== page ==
I cannot bring myself to eat white soggy bread. With that in mind, I took a little culinary artistic license and used Madeira loaf, which adds sweetness.
By Lorraine Pascale
From Lorraine Pascale: How to be a Better Cook
1 vanilla pod, seeds only (or a few drops of vanilla extract)
175g/6oz soft light brown sugar
2 tbsp dark rum, port or a blackcurrant liqueur
2 tsp ground cinnamon
2 tsp ground ginger
1kg/2lb 4oz fresh summer berries (such as a mixture of raspberries, blueberries, blackberries and redcurrants), stalks removed
2 Madeira loaf cakes
small handful of fresh mint leaves, for decoration
For the warm chocolate sauce
125ml/4oz double cream
100g/3½oz dark chocolate (or a mix of dark and milk if preferred), finely chopped
3 tbsp just-boiled water
Put the sugar in a large pan with 100ml/3½fl oz water, place over a medium heat and stir until the sugar dissolves. Stir in the alcohol, vanilla seeds (or extract) and then turn up the heat and let it bubble away for 3-4 minutes to make a thin syrup. Turn down the heat to low and stir in the cinnamon and ginger.
Set aside 250g/9oz of the berries for decoration and place about a quarter of the remainder in a separate bowl. Add all the remaining berries to the pan, stirring them gently through. Leave to cook for two minutes, or until the fruit is soft but still holding its shape. Remove from the heat and leave to cool for 20 minutes. The sauce should now be syrupy, a deep-browny, red colour and very glossy.
Meanwhile, line a 900g/2lb loaf tin with a double layer of cling film, leaving any excess hanging over the edge. Slice each Madeira cake into eight 2cm/¾in slices.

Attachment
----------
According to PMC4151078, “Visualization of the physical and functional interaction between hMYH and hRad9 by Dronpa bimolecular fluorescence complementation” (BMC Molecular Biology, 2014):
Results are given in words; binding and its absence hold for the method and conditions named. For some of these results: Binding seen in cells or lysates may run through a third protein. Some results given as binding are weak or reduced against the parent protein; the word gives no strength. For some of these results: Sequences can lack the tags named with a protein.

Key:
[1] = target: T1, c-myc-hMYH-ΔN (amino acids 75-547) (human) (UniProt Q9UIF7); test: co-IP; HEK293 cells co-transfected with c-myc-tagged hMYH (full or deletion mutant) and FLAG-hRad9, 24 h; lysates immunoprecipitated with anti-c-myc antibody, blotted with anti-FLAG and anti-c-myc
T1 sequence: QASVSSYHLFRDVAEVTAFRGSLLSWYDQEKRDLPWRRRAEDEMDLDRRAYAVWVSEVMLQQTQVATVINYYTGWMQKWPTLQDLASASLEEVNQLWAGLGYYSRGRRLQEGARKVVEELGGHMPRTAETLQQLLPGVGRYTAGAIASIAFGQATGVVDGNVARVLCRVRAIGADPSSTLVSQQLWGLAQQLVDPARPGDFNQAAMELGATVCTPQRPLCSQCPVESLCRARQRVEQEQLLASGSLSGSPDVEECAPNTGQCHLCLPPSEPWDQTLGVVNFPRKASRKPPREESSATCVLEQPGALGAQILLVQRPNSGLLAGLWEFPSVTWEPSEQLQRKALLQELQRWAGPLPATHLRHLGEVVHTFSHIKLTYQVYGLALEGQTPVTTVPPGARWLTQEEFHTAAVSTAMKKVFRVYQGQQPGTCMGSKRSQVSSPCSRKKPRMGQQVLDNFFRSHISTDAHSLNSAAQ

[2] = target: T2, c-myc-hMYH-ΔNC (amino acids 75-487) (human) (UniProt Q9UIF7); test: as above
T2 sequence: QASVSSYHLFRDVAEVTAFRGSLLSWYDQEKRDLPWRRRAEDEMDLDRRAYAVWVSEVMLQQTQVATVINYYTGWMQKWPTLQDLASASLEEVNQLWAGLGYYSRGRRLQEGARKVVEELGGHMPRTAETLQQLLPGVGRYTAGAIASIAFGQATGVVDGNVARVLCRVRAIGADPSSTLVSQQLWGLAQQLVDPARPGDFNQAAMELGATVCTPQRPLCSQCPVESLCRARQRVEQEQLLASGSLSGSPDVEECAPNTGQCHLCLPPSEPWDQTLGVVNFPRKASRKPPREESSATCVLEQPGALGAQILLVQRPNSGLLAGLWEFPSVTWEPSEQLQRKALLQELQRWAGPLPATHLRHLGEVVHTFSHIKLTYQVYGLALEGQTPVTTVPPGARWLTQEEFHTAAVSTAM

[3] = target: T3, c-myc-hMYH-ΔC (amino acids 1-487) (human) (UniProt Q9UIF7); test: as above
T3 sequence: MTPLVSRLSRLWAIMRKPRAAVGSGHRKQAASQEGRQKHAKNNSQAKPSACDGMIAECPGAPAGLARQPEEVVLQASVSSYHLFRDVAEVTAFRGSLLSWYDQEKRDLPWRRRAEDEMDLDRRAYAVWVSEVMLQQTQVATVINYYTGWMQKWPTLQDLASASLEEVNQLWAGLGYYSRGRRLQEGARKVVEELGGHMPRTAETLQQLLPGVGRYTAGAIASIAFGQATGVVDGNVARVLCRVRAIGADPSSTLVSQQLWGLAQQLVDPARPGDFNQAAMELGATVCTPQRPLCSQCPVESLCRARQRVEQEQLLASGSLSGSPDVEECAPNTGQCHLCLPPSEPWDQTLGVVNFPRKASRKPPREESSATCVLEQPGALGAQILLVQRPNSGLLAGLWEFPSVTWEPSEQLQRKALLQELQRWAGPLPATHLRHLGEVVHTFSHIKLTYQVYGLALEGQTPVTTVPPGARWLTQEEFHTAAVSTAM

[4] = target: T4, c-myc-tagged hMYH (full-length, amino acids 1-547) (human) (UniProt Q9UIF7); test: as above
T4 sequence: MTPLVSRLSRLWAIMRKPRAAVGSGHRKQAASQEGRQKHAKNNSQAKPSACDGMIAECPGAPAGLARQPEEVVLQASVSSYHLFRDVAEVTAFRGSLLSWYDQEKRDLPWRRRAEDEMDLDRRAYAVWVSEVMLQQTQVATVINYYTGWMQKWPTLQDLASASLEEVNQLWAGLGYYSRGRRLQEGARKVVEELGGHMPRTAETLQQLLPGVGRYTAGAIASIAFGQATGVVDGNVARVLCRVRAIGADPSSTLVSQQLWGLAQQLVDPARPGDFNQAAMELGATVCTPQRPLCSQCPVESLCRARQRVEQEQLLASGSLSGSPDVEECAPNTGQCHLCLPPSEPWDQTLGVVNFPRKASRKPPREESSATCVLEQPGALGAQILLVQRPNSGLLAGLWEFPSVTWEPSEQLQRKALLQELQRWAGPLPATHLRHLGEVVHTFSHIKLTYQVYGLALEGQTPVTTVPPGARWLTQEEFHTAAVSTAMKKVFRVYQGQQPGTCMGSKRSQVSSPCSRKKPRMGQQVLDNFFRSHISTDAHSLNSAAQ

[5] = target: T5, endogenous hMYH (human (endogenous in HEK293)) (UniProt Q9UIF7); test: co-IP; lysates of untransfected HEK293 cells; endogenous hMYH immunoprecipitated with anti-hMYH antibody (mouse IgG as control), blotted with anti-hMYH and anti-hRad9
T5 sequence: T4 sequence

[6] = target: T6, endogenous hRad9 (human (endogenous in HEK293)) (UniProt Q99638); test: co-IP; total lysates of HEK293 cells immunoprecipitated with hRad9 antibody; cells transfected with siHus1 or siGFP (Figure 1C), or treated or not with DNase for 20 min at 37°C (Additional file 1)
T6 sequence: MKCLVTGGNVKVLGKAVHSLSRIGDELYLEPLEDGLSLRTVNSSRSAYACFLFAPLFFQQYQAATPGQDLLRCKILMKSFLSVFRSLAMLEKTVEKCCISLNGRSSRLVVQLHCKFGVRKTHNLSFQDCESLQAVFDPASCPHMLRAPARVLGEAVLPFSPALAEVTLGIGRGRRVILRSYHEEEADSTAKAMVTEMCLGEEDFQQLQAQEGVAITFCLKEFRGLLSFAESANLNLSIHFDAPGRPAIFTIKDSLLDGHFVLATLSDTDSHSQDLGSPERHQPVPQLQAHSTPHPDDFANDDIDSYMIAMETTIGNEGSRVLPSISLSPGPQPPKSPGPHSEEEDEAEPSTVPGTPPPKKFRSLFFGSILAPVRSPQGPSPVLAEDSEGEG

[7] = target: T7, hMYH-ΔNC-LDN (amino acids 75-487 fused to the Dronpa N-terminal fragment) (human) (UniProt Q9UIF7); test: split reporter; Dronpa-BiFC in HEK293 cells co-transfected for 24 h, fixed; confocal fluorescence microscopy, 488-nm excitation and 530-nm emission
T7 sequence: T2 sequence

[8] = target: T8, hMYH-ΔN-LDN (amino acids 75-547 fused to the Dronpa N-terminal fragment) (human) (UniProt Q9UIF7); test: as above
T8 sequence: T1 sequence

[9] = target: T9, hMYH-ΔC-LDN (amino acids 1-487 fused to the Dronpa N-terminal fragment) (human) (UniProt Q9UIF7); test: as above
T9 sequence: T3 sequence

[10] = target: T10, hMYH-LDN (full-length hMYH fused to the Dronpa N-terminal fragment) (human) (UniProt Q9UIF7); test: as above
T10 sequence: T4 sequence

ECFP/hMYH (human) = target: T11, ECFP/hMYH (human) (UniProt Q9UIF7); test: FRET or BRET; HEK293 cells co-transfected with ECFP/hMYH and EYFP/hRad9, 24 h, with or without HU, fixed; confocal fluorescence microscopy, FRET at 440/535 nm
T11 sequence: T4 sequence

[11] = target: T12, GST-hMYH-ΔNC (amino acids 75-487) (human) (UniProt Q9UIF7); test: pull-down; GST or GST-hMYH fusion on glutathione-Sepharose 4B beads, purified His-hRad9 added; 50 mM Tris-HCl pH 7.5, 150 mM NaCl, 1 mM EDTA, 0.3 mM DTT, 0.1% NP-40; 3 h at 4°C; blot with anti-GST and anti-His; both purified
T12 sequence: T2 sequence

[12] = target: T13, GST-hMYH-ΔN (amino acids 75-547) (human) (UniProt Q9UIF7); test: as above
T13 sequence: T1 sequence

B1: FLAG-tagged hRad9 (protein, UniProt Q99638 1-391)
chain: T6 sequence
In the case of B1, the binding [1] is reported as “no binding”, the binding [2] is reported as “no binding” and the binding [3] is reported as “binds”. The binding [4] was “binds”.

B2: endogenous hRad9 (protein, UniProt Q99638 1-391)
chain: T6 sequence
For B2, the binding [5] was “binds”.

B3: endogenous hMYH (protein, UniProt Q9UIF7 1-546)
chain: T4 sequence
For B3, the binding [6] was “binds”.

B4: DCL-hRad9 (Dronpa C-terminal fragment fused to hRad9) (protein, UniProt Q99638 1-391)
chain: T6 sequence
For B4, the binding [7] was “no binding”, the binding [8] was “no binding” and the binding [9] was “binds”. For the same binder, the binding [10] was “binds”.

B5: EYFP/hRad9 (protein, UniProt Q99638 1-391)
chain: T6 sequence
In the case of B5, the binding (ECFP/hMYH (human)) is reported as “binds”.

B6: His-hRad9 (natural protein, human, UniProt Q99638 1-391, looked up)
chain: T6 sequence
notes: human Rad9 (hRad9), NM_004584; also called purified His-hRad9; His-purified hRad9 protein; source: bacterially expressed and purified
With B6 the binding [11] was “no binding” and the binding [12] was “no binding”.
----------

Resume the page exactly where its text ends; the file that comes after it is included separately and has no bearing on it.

Stir the reserved quarter of berries gently into the cooled sauce. Tip the mixture into a large sieve placed over a medium bowl. Leave for two minutes to allow the syrup to drain through but do not press as you don’t want the fruit to become mushy. Sit the sieve on the pan so you can use the fruity syrup you have in the bowl for now.
Dip a slice of Madeira cake into the syrup, flip it over and then allow excess syrup to drip off. Place it against one of the long sides of the loaf tin. Continue to dip the slices in the syrup and use 3-4 slices along each side of the tin to cover. Place one on each end and then 2-3 slices along the bottom, breaking up to fit, if necessary. Reserve the remaining slices for the top.
Tip the berries from the sieve into the cake lined loaf tin, spreading them evenly. Add any syrup in the pan to the remaining syrup in the bowl and dip the remaining Madeira slices to coat as before. Press the slices on top of the berries to completely cover. Reserve any remaining syrup and store it covered in the fridge for use later.
Cover the loaf with the excess cling film and place a small baking tray or a long plate on top. If you have room in your fridge, you can weigh the tray down with a couple of cans of food or something similar to help compress the fruit. Place in the fridge for about six hours, or overnight, until set firm.
About 10 minutes before serving, make the chocolate sauce. Put the cream in a medium pan over a medium heat and keep a close eye on it, remove just before it comes to the boil. Break the chocolate into the cream and leave to melt for five minutes before gently stirring together. Stir in the hot water to give a smooth, pourable consistency. Pour into a serving jug and keep warm.
Open out the cling film on the Madeira cake, turn a serving plate upside down on top of the loaf and turn both over. Remove the tin and peel off the cling film to reveal the pudding. Brush all over with the reserved syrup and decorate the top with the reserved berries and mint leaves. Serve at once with the chocolate sauce. The loaf can be cut into eight slices using a long sharp knife.
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